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  #1  
Old 12-25-2011, 04:24 PM
KC10Chief KC10Chief is offline
 
Join Date: Aug 2011
Location: Edmond, OK
Posts: 44
Default Safety gear everybody should have!

I've read several threads on here recently about flying through remote areas, ditching into water, and other serious situations. I haven't seen many recent posts on survival gear so, I thought I'd throw my two cents in.

I started flying GA aircraft in 1996 in Oklahoma. I joined the Air Force and did some flying in Texas and New Jersey. These days, I live in Alaska and fly here. I also fly for the Air Force. I have been to several different survival courses. I have been to a water survival course in Florida, a combat / outdoor survival course in Washington state, and an arctic survival course near Fairbanks, Alaska. I'm by no means an expert but I did learn a lot. I found them a lot more useful for flying GA, than for flying a big Air Force jet where I likely wouldn't survive any kind of crash. HA! The course I learned the most from, was probably the arctic survival course in Fairbanks. It was a truly miserable experience. It was -40 degrees when I was out there and we stayed out there for three days, building shelters and fires, catching rabbits and other not fun stuff. None of these courses were fun at all. But I suppose that being stranded out in the wilderness wouldn't be either. I'm confident that I could survive out in the woods for a few days, even though it would totally suck.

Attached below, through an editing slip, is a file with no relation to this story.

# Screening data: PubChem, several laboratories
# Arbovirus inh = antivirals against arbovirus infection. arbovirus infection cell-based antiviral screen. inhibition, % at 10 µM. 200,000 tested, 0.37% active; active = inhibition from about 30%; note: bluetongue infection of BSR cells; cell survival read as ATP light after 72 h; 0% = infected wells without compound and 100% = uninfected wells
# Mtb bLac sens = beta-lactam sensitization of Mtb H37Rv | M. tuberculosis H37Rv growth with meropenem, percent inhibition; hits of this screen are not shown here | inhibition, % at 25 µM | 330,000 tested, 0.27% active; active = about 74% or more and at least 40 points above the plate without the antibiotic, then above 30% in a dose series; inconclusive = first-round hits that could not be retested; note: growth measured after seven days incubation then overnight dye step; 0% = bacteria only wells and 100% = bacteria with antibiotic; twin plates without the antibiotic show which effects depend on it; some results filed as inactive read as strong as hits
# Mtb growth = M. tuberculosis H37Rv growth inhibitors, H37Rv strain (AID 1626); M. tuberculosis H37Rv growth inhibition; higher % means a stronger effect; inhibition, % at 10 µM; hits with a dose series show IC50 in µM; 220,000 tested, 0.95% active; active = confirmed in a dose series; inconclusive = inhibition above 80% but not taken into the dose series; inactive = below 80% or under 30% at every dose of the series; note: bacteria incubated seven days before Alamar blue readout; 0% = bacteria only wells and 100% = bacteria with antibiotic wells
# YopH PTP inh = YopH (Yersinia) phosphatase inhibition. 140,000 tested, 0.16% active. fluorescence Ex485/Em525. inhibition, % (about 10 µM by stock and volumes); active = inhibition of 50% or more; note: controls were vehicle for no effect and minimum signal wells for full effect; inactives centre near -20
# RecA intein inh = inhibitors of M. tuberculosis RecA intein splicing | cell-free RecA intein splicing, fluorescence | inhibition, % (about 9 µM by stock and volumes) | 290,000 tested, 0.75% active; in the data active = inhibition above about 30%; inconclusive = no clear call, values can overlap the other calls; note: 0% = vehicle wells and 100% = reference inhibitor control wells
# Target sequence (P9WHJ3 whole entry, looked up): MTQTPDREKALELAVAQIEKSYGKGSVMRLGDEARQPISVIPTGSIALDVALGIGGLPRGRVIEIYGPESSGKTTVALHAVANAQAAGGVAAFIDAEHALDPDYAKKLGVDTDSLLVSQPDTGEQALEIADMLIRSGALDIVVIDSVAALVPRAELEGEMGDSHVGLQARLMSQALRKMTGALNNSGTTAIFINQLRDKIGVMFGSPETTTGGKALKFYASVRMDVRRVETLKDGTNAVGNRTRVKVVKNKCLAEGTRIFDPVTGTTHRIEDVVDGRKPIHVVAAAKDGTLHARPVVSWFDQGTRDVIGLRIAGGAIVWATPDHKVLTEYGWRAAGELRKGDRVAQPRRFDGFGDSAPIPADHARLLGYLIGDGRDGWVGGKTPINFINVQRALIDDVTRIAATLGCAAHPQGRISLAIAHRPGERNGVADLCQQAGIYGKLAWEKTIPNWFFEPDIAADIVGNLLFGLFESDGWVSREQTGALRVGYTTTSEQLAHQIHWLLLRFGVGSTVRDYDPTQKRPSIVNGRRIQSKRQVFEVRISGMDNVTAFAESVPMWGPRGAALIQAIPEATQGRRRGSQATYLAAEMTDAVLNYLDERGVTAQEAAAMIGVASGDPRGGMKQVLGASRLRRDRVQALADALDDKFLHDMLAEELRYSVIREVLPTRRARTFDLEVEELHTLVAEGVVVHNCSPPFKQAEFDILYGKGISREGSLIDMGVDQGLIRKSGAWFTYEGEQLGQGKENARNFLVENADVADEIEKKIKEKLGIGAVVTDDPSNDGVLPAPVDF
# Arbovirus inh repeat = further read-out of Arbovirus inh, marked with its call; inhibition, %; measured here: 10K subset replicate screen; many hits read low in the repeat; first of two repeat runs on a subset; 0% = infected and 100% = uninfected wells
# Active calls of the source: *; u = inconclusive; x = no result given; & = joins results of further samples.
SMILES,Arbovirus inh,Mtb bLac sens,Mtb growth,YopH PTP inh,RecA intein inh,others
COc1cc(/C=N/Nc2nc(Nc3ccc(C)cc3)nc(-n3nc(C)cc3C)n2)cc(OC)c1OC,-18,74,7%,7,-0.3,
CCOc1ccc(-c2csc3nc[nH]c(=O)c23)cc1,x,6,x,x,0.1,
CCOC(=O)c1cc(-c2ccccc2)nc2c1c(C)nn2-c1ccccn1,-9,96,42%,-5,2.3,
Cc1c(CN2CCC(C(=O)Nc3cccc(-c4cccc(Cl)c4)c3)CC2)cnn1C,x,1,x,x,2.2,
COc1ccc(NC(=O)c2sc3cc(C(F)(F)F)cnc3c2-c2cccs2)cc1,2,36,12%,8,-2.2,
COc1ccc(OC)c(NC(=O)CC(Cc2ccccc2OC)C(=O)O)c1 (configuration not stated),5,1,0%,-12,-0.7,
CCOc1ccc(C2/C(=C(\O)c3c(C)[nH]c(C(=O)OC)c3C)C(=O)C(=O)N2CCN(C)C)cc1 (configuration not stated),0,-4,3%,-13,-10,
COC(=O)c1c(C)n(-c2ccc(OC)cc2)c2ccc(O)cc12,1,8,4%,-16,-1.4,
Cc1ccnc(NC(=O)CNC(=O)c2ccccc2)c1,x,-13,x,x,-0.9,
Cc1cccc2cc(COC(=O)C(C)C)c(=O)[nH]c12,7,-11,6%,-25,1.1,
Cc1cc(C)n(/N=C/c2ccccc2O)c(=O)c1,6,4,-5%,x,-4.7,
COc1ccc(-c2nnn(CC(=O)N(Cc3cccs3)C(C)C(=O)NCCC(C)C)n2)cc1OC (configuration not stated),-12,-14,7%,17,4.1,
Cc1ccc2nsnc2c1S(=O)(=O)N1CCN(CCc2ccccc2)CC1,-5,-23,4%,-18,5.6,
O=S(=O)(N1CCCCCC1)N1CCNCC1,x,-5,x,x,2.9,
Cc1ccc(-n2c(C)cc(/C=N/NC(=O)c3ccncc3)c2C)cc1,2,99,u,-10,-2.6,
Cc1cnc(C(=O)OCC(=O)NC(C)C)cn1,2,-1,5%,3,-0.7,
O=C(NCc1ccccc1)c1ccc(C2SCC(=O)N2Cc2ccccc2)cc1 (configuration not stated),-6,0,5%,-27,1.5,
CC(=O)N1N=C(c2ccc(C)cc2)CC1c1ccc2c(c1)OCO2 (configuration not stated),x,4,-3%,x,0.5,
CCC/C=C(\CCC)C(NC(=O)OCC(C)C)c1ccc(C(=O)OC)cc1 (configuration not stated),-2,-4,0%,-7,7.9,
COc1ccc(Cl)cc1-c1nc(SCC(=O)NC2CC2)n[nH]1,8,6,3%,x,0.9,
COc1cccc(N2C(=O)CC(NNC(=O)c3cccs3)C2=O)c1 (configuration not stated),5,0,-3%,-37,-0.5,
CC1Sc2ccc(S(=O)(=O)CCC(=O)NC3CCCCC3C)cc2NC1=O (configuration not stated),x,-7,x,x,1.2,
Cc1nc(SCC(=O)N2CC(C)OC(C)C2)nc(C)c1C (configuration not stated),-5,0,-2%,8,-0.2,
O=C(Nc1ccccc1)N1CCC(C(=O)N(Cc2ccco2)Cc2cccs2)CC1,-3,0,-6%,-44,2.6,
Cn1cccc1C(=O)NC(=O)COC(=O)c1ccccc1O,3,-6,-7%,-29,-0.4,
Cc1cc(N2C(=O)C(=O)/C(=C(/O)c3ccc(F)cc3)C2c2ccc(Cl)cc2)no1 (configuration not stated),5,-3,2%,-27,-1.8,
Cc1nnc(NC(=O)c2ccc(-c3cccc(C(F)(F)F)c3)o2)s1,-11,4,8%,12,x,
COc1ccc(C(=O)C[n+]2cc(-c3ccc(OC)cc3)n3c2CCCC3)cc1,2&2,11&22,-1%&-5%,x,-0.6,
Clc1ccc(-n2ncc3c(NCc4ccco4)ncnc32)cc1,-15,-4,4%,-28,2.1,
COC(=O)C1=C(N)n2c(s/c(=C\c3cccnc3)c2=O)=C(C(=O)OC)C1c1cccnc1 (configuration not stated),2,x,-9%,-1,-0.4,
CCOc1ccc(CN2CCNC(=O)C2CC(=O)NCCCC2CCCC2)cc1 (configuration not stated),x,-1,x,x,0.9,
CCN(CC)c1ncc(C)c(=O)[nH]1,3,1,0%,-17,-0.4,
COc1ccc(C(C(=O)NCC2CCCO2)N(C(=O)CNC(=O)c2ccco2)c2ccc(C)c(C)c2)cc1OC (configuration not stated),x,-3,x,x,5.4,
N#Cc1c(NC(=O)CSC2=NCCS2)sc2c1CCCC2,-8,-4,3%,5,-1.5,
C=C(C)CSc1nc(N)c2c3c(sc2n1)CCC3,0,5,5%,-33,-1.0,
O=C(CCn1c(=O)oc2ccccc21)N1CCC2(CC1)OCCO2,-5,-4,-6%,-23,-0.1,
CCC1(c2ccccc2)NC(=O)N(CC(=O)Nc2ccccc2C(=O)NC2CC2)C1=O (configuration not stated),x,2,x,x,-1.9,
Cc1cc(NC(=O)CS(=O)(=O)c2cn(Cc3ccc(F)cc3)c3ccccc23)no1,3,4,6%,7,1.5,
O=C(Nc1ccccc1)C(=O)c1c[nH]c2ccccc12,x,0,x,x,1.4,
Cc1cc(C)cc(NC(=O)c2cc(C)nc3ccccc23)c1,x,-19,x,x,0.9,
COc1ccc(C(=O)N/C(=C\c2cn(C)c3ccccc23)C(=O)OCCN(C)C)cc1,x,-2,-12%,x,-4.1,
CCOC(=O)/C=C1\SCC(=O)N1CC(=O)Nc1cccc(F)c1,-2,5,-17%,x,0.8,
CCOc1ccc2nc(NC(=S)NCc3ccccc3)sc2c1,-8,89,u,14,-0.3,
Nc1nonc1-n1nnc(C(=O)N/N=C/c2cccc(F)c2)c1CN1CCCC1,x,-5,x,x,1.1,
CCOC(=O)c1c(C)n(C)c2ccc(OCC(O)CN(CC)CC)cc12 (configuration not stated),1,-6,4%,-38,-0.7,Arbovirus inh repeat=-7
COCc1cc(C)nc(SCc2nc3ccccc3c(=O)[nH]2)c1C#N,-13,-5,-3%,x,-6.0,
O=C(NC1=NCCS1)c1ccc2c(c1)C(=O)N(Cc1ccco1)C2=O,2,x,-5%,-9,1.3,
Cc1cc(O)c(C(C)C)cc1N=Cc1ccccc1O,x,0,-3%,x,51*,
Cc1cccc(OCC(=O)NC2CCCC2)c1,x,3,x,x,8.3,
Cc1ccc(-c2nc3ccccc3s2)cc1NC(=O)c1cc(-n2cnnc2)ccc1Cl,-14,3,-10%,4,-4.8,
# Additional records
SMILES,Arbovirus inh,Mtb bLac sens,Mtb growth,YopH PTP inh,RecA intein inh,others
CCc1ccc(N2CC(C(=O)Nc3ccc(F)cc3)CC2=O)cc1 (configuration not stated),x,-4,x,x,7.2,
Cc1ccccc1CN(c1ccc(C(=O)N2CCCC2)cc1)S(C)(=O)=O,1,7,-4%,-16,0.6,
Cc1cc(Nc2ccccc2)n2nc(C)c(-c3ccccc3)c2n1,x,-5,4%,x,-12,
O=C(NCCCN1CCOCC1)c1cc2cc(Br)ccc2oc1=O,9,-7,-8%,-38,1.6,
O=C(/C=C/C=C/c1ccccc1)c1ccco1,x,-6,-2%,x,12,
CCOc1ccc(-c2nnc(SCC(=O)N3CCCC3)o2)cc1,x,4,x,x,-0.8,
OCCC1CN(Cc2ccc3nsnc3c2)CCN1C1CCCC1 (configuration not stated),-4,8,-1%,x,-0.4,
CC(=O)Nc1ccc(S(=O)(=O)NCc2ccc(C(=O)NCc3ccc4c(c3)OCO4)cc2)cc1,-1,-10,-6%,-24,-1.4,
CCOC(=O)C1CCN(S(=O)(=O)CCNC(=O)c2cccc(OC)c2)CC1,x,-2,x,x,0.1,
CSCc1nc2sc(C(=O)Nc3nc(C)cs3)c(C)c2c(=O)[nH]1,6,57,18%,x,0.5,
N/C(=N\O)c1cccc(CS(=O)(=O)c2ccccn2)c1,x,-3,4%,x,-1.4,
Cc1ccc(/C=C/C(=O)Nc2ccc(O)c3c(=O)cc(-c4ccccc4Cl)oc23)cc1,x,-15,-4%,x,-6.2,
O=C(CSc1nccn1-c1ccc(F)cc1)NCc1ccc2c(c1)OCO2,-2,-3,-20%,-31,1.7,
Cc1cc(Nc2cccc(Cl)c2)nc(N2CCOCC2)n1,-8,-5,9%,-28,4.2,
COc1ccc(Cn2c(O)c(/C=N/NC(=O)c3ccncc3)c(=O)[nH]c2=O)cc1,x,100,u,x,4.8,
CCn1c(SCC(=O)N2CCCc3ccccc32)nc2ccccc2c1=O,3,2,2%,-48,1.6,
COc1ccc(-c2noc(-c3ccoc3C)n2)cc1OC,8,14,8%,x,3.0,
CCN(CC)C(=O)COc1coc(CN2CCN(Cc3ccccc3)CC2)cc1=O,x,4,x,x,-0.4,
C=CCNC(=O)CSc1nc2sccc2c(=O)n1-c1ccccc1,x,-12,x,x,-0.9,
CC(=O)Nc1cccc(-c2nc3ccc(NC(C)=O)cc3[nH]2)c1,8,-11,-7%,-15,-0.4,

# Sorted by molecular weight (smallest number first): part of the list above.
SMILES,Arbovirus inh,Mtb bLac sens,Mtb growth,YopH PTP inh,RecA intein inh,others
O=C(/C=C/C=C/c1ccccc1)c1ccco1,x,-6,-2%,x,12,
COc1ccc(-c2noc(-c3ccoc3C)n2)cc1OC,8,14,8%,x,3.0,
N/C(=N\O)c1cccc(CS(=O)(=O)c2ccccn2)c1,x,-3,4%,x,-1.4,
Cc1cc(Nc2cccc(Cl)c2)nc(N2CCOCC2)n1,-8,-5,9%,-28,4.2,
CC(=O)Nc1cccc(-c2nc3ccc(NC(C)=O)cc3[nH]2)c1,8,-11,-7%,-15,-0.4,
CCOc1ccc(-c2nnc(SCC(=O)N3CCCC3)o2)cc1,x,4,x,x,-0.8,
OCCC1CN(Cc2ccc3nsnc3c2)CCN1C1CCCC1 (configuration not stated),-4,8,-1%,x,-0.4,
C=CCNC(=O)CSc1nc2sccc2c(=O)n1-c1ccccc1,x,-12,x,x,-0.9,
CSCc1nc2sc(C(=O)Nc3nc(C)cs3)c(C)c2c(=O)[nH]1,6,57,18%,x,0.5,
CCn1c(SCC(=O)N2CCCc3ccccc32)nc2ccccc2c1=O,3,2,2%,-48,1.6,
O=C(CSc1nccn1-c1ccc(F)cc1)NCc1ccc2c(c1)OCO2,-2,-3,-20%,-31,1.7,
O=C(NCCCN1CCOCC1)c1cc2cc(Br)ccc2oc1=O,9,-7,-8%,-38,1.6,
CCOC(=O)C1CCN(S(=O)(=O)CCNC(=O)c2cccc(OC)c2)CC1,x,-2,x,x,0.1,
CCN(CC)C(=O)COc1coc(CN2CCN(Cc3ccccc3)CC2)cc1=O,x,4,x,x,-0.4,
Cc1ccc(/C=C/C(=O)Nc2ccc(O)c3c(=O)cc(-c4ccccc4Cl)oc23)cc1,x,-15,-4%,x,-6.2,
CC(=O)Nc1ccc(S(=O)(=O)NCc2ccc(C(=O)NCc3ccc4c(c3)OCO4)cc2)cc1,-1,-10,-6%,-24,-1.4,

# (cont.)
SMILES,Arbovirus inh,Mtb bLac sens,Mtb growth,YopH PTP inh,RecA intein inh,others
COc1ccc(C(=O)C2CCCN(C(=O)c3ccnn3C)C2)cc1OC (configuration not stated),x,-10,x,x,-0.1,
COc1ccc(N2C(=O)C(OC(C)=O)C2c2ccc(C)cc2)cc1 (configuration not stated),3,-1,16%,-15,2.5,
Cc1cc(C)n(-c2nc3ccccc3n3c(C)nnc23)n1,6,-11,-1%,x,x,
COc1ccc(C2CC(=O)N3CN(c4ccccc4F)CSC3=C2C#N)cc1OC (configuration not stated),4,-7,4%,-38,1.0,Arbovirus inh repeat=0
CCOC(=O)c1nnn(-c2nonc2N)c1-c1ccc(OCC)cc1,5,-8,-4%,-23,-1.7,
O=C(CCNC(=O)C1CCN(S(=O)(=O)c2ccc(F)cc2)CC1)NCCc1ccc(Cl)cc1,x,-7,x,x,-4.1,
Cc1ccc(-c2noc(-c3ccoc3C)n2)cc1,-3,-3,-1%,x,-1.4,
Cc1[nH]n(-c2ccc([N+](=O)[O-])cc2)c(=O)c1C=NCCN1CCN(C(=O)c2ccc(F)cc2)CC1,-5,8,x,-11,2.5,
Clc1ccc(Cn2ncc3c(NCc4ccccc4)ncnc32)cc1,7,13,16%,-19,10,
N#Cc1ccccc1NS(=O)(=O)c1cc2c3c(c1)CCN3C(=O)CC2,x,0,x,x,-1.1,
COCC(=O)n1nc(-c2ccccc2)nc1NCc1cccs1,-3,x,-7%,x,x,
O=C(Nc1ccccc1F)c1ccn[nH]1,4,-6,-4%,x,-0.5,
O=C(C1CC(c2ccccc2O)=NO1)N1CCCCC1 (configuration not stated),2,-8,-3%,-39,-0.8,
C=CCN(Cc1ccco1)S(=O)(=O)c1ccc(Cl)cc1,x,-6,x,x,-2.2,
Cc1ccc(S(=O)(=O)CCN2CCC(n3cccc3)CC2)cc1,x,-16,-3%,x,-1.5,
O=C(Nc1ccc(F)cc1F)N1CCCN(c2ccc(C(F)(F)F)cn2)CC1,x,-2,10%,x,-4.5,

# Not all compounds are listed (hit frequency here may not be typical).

Some of the things I took away from those courses that are good for GA flying, are some of the gear you need to survive. When I was flying in Oklahoma and New Jersey, this stuff wasn't too big of a deal. If you go down in one of those places and survive, you aren't far from help. Here in Alaska and other areas in the western US, that's not the case. When I fly, I bring quite a bit of survival gear with me. Especially in the winter. Some of them are common sense things. Others, are things most people don't think about. If you find yourself on the ground out in the middle of nowhere unexpectedly, your first priority is to be warm and dry. If you're wet, you need to get dry as fast as possible. If you start getting hypothermic, you're going to be in serious trouble. You'll start making bad decisions that will only worsen your situation. Get dry! You need shelter and water as well. You can live for weeks without food. You need to be warm, dry and hydrated. With these few items, you can do all of that.